A not so crude blend

A not so crude blend

The recently announced merger of BP and Amoco gave the global oil industry a rude awakening last month. The deal catapults the two companies into a new league where more opportunities will be available to them than ever before. So where will they go from here?

Siàƒ¢n Green

BP`s merger with Amoco sent tremors through the usually-stable bedrock of the international oil industry last month. But this brave move makes sense for both companies, and with the current oil price slump, the industry seems anything but stable.

The $50bn deal will create BP-Amoco, headquartered in London with a market capitalization of $110bn. BP and Amoco are hoping to close the deal by the end of the year, propelling the two companies into the top tier of the oil industry. The takeover brings to an end a long period of stability among the world`s oil majors, and could mark the beginning of an era of consolidation – particularly if oil prices remain low.

BP-Amoco will be the third largest listed oil company in the world, and Britain`s largest company. It will rival Royal Dutch/Shell and Exxon in both upstream and downstream operations, and will also have the strength to enter new markets.

But aside from moving the companies up into the oil “superleague”, analysts have welcomed the deal. It will bring to an end what is probably BP`s weakest spot – its position in the growing natural gas market. Amoco`s gas business is four times the size of BP`s, and the American company has strong domestic and global positions in this market. Amoco also has a stronger position in chemicals than BP and a greater presence in Latin America. However, BP is stronger in exploration and production, and is also in a better financial position than Amoco.

Amoco was certainly a candidate for acquisition, having suffered under the pressures of low oil prices and tough competition in its domestic markets. The company admits that expansion from this position would be too difficult to achieve, a problem that other US oil companies such as Texaco and Arco are also facing. Amoco announced in July that its second quarter net income had halved to $287m.

BP-Amoco will rival Shell and Exxon on many fronts. In upstream operations, the company will become the world`s second largest publicly owned oil and gas operator in terms of both production (2.9m barrels oil equivalent per day) and reserves (14.8bn barrels oil equivalent per day). It will be the world`s third largest petrochemical business after Shell and BASF, and will have a refining capacity close to that of Exxon`s.

So where will BP-Amoco go from here? The likelihood is that it will initially concentrate on reducing costs and improving profitability. Around 6000 jobs will be lost in the merger – a figure some analysts believe is conservative. But the reputation of BP chief executive Sir John Browne precedes him, and it is unlikely that he will settle for third place in the oil league. Browne will head BP-Amoco from its London base.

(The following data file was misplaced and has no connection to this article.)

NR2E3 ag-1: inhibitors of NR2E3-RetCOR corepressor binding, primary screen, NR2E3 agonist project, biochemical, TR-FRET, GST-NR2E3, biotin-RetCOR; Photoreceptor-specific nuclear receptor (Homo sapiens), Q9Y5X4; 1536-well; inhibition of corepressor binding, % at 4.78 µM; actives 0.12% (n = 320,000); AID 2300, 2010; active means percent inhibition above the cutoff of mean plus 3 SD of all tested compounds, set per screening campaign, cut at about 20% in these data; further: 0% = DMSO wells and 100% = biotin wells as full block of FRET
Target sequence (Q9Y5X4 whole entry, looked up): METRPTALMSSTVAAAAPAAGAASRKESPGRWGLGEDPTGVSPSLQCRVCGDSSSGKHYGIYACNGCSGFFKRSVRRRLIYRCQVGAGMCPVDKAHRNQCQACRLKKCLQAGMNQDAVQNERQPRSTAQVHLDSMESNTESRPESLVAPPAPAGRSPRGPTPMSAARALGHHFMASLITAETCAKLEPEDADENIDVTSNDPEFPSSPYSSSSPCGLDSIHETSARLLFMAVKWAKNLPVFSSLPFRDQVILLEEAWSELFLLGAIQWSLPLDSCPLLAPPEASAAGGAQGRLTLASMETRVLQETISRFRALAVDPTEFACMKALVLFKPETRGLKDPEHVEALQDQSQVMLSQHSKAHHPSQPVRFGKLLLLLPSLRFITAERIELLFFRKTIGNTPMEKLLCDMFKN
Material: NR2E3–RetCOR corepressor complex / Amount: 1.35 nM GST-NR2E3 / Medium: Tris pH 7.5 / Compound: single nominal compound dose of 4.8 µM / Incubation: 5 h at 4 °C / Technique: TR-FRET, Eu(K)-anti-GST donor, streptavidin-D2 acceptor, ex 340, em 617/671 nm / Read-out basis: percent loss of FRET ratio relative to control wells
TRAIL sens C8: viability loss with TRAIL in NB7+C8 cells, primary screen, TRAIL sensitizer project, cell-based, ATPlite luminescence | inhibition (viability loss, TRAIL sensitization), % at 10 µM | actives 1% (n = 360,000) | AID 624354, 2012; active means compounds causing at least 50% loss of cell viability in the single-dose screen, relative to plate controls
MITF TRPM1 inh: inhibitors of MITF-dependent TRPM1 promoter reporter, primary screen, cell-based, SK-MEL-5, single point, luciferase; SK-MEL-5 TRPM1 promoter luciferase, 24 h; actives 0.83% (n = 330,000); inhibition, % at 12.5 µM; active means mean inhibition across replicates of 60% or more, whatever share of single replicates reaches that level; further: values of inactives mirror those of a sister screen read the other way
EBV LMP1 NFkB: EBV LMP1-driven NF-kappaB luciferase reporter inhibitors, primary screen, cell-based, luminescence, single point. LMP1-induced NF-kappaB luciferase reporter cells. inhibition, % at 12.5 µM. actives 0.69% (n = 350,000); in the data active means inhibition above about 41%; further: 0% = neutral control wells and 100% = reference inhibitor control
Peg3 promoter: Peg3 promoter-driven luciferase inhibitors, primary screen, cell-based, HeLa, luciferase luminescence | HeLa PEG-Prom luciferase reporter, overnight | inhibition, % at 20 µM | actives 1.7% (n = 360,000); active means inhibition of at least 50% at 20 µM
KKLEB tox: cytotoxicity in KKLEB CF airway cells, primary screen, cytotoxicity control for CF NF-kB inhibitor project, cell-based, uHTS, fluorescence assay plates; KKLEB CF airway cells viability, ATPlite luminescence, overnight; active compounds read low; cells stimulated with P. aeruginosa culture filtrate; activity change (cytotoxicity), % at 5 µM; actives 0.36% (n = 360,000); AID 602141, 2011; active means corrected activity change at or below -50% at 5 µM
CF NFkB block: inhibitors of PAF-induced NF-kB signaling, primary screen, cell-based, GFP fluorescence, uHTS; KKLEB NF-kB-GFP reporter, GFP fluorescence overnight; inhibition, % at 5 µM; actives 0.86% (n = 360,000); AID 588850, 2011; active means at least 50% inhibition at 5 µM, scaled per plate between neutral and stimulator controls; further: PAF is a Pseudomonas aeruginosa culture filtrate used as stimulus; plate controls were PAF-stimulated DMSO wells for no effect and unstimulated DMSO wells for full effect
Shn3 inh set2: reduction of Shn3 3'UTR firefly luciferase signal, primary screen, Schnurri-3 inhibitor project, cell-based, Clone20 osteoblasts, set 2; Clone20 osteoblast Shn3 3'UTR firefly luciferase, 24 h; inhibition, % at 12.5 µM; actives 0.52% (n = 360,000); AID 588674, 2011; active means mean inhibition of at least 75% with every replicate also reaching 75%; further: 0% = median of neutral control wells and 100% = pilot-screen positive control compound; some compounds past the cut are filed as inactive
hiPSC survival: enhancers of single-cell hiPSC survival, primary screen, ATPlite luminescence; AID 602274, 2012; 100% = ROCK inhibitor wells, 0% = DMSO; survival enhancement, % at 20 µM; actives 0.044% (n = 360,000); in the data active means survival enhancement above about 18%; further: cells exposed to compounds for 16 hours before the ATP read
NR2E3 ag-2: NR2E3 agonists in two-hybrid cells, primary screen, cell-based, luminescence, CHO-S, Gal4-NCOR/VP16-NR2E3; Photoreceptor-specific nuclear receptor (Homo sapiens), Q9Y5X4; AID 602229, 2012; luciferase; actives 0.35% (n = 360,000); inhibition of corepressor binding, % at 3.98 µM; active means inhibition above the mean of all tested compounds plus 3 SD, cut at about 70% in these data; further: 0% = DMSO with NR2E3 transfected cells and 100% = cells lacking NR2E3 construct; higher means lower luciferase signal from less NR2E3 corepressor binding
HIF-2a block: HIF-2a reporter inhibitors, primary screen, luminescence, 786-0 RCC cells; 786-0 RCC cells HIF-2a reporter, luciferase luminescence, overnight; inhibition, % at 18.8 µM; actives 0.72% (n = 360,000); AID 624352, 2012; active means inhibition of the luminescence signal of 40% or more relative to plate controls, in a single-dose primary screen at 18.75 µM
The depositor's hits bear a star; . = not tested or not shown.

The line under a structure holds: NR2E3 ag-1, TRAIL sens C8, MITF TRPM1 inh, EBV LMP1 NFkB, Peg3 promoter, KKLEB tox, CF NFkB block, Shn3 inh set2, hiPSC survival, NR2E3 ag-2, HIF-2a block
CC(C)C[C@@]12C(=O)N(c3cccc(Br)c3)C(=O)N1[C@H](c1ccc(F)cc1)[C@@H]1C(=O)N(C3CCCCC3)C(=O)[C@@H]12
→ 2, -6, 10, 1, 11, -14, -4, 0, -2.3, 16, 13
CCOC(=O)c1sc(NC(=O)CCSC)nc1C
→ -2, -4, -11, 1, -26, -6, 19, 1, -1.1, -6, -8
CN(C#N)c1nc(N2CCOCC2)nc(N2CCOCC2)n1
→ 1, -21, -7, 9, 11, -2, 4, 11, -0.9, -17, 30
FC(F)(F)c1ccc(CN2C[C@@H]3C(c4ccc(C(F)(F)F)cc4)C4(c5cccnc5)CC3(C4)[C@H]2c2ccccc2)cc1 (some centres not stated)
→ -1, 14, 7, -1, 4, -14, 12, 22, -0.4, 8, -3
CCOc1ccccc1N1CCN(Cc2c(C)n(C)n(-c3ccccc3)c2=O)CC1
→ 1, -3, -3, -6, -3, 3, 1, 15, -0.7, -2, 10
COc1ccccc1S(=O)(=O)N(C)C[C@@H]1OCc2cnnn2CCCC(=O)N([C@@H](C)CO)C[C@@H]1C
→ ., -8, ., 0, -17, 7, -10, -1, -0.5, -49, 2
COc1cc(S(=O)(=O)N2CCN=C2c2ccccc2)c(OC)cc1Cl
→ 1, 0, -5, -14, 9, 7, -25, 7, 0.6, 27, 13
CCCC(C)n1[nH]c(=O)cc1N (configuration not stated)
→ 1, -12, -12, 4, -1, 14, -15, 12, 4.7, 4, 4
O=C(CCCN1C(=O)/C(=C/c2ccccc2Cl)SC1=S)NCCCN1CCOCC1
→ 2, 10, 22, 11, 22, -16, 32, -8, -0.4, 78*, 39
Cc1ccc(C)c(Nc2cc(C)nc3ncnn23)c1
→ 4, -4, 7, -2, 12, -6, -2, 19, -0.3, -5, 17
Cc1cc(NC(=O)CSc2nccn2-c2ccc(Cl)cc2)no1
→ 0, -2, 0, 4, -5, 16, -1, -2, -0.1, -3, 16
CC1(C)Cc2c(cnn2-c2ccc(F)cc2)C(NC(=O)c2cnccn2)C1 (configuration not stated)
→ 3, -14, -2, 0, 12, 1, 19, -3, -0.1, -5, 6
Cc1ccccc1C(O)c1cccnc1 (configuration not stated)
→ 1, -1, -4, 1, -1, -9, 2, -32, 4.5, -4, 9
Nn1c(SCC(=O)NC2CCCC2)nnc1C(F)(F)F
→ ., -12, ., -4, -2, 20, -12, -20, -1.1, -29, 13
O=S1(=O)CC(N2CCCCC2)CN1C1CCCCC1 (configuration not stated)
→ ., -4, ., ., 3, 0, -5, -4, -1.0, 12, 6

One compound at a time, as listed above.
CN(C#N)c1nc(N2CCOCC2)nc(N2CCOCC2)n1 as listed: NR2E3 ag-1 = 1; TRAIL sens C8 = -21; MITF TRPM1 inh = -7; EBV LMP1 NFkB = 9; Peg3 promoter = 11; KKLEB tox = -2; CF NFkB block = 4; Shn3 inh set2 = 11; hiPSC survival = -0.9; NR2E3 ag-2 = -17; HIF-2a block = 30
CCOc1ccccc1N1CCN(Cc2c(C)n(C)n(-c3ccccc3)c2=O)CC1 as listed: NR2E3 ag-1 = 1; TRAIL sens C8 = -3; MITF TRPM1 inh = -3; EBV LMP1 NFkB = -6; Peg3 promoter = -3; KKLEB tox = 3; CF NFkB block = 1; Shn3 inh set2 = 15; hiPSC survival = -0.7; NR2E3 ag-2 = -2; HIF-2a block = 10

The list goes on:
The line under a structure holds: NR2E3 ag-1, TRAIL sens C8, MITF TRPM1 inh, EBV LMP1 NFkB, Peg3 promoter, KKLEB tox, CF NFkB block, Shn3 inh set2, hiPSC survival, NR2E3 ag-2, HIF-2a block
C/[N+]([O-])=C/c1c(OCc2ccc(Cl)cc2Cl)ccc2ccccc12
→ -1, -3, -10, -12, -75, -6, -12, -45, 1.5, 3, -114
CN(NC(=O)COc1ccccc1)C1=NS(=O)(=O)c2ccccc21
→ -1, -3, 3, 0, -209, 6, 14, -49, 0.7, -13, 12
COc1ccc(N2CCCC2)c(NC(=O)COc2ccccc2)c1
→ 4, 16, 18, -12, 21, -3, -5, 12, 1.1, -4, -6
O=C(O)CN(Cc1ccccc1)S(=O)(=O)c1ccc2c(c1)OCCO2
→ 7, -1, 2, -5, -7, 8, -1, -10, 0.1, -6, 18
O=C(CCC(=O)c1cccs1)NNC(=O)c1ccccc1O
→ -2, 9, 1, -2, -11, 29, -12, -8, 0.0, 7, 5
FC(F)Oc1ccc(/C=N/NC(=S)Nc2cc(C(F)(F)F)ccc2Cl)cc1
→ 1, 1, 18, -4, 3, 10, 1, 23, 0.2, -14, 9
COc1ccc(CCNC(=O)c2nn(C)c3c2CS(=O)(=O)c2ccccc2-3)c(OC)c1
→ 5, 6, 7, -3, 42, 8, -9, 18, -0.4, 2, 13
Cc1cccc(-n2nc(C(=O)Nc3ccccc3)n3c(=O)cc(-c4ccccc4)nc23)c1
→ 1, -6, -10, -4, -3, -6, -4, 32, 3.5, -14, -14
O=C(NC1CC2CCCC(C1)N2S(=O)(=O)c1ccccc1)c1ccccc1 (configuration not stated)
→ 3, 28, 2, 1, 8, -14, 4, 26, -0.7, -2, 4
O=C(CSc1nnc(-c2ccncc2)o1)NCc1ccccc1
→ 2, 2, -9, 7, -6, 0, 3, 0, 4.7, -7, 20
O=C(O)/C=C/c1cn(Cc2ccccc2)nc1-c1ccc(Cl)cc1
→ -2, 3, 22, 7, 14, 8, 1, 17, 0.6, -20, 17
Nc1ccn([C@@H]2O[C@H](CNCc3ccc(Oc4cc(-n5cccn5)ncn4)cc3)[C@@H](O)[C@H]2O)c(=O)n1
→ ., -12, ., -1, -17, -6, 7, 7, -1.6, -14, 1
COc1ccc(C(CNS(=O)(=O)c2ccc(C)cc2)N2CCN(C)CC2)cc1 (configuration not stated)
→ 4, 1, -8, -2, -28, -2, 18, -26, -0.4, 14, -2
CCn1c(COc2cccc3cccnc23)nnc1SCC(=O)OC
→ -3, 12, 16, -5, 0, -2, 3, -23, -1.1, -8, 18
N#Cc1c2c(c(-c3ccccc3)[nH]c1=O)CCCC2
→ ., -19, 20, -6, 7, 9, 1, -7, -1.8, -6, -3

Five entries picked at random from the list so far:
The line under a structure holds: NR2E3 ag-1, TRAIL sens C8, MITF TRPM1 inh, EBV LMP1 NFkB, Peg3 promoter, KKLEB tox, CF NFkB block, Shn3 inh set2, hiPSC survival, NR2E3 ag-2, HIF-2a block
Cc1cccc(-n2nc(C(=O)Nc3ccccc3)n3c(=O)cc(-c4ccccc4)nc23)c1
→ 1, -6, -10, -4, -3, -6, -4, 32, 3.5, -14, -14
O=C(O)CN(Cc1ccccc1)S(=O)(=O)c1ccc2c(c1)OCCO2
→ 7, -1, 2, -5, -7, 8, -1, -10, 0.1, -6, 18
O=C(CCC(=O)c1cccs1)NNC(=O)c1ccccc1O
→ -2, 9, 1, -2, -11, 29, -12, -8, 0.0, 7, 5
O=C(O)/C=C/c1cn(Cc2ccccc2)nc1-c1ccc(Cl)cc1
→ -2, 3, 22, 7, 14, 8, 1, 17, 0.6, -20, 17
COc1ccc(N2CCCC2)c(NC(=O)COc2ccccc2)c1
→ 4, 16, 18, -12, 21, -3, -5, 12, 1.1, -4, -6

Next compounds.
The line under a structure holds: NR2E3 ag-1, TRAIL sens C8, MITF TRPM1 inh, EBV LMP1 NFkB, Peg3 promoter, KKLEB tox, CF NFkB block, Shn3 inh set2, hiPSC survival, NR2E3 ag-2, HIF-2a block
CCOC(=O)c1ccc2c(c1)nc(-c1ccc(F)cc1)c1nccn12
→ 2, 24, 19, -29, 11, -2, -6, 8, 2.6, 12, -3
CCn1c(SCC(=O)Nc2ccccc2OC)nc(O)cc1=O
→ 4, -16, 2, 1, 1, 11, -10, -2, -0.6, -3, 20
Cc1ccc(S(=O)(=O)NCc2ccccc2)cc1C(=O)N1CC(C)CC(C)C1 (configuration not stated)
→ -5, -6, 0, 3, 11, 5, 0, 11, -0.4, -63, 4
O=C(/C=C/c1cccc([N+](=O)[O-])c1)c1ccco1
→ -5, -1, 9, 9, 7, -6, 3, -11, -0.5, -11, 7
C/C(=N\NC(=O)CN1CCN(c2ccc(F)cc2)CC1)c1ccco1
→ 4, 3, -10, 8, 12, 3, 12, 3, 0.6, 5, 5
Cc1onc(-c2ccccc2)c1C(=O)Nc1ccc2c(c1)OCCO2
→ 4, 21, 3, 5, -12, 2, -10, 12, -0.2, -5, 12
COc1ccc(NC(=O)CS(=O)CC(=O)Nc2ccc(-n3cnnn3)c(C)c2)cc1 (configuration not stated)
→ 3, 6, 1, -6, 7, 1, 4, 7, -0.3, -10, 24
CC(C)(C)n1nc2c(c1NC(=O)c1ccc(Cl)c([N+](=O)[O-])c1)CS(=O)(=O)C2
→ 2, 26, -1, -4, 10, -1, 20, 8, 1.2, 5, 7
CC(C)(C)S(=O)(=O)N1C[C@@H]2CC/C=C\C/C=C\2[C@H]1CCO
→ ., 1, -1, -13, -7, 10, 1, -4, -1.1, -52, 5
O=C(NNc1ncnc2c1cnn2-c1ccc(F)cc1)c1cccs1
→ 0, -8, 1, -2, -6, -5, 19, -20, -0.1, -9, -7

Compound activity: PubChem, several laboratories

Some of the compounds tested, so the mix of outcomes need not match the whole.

Certainly the London headquarters will give BP-Amoco a strong base from which to expand into the European natural gas markets. Natural gas is the fastest growing fossil fuel in terms of demand, and with liberalization taking place in European gas markets, opportunities will arise.

This is certainly the case in the UK, where BP-Amoco will become the largest natural gas producer. It will compete with Centrica in the production, storage, and sales of gas as well as in the trading of gas in the UK spot market. Centrica also has interests in the electricity business in the UK, and may develop this into retail power sales when the market deregulates later this year.

Power generation is an area that a number of oil and gas companies are entering. Total, the French group, is studying investment opportunities world-wide. It sees an opportunity to market gas downstream through independent power projects, the basic idea being to add value further down the gas chain. In January this year, Shell took a 50 per cent stake in US electricity generator InterGen as part of the group`s plan to diversify its global operations and underpin its “well-to-wire” strategy.

Both BP and Amoco currently have limited interests in power generation, mostly in self-generation at refining facilities and combined heat and power operations. However, the merged company`s London base and the deregulating European markets will again offer opportunities for diversification and growth.

In terms of exploration and production, oil companies are increasingly looking to central and Eastern European and developing countries to increase their reserves. Although BP and Amoco between them have operations in the Former Soviet Union, Central and South America, the new group will be more firmly anchored in the western world than its new competitors. It will have more than 70 per cent of its assets in OECD countries. BP-Amoco will undoubtedly use this firm base to seize new opportunities overseas where competition and risks are high and size and strength count.

Other oil companies are likely to feel pressure from this deal; no longer will Shell and Exxon be able to take their dominant positions for granted. However, they may not feel that they need to grow through acquisitions, rather they will attempt to improve their own competitiveness to prevent the new group from making headway in these tough times. If any mergers are to follow in the wake of BP-Amoco, it is more likely to be among the smaller companies that have failed to improve their global positions in recent years.

On paper, BP-Amoco will be a company with an interesting blend of strengths. Building on these, however, will not be an easy task.

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